Alibaba can be a fantastic source for finding cheap suppliers to import goods for resale. Whether you sell online in something like your own e-commerce store or offline in retail stores or flea markets, there are bound to be a slew of goods and suppliers that you can profit from. However, as with all things in life, there are a number of risks and things you need to be aware of before diving in. This is especially true if you’re used to purchasing from places like eBay and think that Alibaba will be similar. It is in fact a whole different ball game. So without further ado, here is the list:
1. Not Doing Your Homework
As mentioned in the opening paragraph, Alibaba is not eBay or AliExpress. The buyer will need to do far more research and work before making purchasing decisions. Alibaba is designed to connect buyers directly with sellers with the intent of making bulk purchases. It is not as simple as finding something you like, checking out and waiting for it to be delivered. You will have to put research into suppliers, products, potential markets and more.
2. Not Ensuring Your Capital & Supplier’s Required Minimum Orders Are A Happy Marriage
It’s no use going to all the trouble of researching products that will sell, finding suppliers, ordering samples, arranging freight, testing products and more only to realise you will not have adequate capital to fund future orders. Many suppliers will be happy to send a sample of one or a few products which they may do free or charge for. However if there minimum order for standard orders is 10,000 units and you can’t afford to order this many, there is no use wasting your and the supplier’s time in ordering a sample. Most products list the suppliers minimum order requirement along with other things such as estimated price per unit, production ability per month, payment methods accepted, etc as you can see from a screenshot paste below.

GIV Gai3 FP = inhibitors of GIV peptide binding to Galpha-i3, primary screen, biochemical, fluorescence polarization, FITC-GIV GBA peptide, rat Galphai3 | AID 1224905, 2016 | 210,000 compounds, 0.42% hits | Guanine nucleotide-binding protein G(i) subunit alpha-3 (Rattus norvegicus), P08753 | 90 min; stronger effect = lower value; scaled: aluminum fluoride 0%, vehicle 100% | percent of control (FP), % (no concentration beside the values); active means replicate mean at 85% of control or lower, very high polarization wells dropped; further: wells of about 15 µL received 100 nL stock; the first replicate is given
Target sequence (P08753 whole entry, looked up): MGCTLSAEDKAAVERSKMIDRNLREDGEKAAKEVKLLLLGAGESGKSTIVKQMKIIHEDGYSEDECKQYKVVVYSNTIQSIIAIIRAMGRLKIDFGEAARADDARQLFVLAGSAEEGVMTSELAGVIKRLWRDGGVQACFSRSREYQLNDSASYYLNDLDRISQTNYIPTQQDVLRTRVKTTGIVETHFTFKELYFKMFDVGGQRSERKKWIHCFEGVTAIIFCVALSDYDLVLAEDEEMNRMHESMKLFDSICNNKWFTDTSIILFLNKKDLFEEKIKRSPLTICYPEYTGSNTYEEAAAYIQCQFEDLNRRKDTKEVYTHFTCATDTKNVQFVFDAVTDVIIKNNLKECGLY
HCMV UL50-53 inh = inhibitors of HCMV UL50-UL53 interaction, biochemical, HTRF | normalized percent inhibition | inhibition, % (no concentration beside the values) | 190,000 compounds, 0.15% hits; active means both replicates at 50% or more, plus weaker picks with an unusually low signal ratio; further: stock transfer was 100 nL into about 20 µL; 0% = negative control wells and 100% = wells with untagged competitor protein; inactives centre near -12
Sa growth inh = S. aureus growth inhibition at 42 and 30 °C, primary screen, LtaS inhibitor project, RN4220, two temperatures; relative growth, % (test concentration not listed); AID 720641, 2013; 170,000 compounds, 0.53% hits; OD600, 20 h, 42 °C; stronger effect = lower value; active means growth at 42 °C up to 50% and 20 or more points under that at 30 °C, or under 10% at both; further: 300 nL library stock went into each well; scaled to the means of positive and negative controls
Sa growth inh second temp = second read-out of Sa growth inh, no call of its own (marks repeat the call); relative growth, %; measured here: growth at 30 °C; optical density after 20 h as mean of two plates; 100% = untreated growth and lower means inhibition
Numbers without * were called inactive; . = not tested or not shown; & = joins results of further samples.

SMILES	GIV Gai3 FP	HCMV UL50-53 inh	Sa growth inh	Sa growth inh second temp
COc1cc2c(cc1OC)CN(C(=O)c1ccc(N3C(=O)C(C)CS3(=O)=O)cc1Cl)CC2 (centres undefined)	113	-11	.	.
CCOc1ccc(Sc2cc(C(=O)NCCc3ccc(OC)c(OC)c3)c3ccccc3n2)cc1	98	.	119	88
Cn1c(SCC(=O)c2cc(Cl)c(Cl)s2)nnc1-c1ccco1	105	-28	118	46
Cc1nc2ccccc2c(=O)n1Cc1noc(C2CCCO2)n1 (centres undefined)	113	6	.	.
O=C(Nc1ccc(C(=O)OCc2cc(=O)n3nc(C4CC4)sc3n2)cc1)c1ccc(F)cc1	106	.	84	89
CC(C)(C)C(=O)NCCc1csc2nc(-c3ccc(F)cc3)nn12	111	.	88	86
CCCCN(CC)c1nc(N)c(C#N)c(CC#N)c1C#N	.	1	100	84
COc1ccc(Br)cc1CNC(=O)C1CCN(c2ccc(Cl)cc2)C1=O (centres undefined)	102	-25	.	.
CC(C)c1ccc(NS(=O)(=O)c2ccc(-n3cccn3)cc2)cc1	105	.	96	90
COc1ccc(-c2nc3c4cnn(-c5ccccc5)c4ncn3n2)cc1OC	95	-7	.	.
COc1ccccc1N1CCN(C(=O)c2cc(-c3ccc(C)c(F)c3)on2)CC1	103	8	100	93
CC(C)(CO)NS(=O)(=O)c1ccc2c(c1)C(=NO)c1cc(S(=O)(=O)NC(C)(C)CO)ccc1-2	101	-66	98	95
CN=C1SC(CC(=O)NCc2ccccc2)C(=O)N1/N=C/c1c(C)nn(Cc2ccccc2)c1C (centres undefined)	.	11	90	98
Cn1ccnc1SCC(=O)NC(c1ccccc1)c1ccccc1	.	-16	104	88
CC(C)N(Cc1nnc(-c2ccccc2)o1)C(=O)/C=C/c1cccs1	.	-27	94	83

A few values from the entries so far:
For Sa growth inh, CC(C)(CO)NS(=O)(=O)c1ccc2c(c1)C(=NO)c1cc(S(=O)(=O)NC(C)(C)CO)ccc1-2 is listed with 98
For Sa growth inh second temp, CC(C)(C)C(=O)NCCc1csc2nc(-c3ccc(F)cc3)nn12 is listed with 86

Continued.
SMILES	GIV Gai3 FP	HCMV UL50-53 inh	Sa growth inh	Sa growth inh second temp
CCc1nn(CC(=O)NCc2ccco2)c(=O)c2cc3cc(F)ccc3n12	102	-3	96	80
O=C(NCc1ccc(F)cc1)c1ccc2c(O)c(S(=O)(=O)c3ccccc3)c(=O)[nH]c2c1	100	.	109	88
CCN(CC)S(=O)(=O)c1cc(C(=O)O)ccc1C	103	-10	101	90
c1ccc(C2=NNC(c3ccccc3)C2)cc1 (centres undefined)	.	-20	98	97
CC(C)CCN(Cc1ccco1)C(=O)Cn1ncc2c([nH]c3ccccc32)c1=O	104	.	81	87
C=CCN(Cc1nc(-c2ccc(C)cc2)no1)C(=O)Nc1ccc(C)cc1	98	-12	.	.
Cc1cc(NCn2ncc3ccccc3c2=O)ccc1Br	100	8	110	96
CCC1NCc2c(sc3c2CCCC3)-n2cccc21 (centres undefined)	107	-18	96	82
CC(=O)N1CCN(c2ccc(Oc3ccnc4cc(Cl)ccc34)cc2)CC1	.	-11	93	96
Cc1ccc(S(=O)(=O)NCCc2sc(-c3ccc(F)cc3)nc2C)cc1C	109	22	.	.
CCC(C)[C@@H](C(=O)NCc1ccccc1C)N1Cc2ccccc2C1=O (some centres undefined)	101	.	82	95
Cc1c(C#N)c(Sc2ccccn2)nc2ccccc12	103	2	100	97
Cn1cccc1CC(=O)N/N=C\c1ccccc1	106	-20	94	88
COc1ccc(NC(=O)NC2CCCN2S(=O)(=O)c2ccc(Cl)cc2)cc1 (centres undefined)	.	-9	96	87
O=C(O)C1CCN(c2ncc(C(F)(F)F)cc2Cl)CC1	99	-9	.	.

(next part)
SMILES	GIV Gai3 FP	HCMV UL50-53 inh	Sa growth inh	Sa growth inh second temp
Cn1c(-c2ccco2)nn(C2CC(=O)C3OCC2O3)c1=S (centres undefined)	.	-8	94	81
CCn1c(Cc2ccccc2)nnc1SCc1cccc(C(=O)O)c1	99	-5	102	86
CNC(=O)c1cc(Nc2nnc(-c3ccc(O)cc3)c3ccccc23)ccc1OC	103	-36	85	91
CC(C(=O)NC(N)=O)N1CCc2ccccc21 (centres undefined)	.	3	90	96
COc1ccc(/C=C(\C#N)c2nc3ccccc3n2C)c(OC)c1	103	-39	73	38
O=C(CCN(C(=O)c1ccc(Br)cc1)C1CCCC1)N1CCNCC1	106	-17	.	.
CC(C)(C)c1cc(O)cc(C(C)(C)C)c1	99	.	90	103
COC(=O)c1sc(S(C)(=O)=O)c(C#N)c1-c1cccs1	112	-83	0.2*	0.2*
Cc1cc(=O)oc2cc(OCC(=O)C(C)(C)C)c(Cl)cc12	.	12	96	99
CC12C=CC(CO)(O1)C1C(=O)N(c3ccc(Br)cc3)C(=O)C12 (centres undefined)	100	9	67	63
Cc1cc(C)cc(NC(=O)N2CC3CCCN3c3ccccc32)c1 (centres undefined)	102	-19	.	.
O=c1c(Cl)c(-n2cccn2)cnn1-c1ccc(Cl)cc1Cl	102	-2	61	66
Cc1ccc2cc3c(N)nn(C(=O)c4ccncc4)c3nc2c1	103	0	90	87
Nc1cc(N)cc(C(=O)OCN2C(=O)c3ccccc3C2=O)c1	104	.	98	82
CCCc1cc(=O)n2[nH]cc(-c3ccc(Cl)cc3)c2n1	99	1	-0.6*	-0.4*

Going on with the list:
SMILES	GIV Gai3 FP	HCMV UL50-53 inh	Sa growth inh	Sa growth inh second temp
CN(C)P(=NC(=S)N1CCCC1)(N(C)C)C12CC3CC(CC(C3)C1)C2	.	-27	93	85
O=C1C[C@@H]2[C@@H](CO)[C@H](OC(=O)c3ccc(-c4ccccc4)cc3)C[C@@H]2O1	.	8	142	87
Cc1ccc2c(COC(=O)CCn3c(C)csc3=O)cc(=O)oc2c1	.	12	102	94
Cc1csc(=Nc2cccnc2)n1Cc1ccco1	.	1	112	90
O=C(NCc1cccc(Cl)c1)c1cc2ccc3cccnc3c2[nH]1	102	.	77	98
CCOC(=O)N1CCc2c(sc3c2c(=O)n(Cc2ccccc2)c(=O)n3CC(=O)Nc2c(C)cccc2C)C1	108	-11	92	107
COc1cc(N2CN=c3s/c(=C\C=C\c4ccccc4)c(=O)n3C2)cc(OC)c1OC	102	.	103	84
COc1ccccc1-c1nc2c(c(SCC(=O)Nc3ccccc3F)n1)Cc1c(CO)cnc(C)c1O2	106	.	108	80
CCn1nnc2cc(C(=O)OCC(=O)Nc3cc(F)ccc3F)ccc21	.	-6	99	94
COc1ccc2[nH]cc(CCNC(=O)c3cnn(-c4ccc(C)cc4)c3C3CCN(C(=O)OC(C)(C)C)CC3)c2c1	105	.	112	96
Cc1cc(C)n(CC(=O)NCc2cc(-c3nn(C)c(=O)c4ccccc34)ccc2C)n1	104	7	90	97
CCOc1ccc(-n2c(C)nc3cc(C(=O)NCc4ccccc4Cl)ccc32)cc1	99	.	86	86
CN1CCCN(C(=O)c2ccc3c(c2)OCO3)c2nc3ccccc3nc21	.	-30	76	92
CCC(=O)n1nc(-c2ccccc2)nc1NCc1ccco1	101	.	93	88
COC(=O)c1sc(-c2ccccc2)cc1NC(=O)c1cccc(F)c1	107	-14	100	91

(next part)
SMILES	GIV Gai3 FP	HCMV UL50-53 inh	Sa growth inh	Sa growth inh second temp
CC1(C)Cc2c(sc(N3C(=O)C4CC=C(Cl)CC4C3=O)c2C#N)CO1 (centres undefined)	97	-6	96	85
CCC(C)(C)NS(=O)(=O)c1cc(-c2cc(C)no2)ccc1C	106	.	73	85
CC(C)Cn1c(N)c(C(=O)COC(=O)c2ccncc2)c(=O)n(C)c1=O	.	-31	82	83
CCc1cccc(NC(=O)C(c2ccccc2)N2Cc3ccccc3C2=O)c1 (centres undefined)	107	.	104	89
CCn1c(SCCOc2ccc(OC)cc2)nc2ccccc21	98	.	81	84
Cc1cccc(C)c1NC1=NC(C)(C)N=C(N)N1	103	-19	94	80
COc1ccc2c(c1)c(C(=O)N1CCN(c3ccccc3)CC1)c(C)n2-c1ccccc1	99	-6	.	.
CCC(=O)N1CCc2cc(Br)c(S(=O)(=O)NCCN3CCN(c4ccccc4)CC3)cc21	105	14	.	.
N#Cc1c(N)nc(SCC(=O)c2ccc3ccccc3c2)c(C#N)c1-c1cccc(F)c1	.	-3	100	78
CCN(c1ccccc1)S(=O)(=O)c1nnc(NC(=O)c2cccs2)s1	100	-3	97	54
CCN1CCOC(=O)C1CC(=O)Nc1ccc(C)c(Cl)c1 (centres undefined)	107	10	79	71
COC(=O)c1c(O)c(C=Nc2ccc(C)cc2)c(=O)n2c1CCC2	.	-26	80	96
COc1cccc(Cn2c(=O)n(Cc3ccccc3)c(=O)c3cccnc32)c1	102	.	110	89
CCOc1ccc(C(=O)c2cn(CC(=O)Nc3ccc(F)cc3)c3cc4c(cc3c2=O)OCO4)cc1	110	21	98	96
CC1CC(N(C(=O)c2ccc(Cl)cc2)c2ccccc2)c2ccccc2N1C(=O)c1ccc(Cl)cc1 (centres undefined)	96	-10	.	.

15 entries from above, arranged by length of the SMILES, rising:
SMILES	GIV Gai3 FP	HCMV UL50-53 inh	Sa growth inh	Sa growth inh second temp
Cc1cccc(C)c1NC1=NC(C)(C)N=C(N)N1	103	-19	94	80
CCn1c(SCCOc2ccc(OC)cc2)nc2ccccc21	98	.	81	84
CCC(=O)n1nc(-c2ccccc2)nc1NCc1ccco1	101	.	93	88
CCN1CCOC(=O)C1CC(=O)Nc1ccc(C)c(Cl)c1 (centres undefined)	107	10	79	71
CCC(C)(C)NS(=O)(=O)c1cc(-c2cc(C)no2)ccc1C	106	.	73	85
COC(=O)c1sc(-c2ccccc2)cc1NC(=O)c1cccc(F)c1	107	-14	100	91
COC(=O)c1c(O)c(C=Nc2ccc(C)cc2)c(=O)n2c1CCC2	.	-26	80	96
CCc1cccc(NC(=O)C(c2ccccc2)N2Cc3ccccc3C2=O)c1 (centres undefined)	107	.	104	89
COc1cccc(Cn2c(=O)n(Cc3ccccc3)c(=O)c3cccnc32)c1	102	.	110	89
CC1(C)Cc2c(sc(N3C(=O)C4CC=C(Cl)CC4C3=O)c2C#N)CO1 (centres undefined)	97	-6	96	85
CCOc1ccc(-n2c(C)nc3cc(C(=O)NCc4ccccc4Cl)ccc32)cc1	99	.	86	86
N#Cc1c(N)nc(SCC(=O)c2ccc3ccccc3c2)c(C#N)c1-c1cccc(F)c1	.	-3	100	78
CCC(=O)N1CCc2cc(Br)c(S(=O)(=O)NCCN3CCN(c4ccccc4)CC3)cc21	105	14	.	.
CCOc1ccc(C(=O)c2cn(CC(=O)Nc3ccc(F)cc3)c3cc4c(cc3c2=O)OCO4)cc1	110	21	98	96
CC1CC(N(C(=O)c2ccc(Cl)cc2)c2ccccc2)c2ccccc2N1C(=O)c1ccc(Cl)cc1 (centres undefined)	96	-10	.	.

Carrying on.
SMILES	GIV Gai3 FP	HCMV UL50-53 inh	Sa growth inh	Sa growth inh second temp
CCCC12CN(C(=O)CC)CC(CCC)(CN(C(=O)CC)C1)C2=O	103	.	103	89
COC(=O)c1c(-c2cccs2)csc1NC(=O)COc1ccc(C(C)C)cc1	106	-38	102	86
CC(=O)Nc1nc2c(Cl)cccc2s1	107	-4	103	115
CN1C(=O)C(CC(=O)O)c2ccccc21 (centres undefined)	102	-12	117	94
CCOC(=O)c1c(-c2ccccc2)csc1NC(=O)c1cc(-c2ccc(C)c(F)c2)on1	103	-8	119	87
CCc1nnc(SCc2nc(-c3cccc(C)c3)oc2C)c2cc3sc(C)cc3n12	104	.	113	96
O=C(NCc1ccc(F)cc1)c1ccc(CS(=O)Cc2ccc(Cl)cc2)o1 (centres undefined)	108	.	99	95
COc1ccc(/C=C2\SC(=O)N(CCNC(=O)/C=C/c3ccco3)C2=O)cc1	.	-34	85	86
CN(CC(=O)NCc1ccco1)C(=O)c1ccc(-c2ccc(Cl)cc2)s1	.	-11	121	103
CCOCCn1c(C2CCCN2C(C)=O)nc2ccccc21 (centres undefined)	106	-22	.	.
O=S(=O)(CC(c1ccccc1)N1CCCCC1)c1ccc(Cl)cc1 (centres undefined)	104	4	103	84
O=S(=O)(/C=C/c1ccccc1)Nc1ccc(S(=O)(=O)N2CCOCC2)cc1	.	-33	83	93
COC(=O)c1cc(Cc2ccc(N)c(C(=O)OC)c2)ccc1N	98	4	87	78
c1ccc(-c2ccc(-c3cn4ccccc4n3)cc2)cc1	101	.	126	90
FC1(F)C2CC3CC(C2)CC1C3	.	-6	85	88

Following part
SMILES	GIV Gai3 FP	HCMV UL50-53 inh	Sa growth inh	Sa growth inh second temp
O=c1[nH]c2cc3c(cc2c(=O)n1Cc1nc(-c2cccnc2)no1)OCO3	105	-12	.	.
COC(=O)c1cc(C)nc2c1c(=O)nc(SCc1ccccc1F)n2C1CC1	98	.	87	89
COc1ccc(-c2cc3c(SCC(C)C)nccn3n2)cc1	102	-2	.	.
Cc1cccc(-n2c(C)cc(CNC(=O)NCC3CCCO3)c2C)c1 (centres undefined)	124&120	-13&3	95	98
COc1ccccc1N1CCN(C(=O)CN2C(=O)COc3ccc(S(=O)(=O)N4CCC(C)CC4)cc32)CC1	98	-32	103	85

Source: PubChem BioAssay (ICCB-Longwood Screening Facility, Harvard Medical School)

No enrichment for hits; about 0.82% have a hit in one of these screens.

3. Not Having a Clear Freight Price Worked Out Before Making a Purchase Contract
Unlike eBay and AliExpress, freight is either the responsibility of the buyer to organise. Often the seller will have a company they use and be able to organise it for you. However you need to discuss this with them and have freight costs in writing, whether it’s being booked by the seller or you. The sample order is usually fairly simple since the seller will generally send through Chinese Post or a freight company without any hassle. It is when you are booking a large shipment that you may have to organise things on your end even if the seller is able to organise shipping. This is because the shipping they organise will simply be to your nearest port. It will then be your responsibility to have it collected and transported from there to your premises. Whatever option you and the seller decide to work out, just make sure it’s organised in writing with clear prices per unit or per shipment. Also ensure that you have terms in writing for situations that could possibly happen if things go wrong (eg. a shipment is late, goods are damaged upon arrival, etc).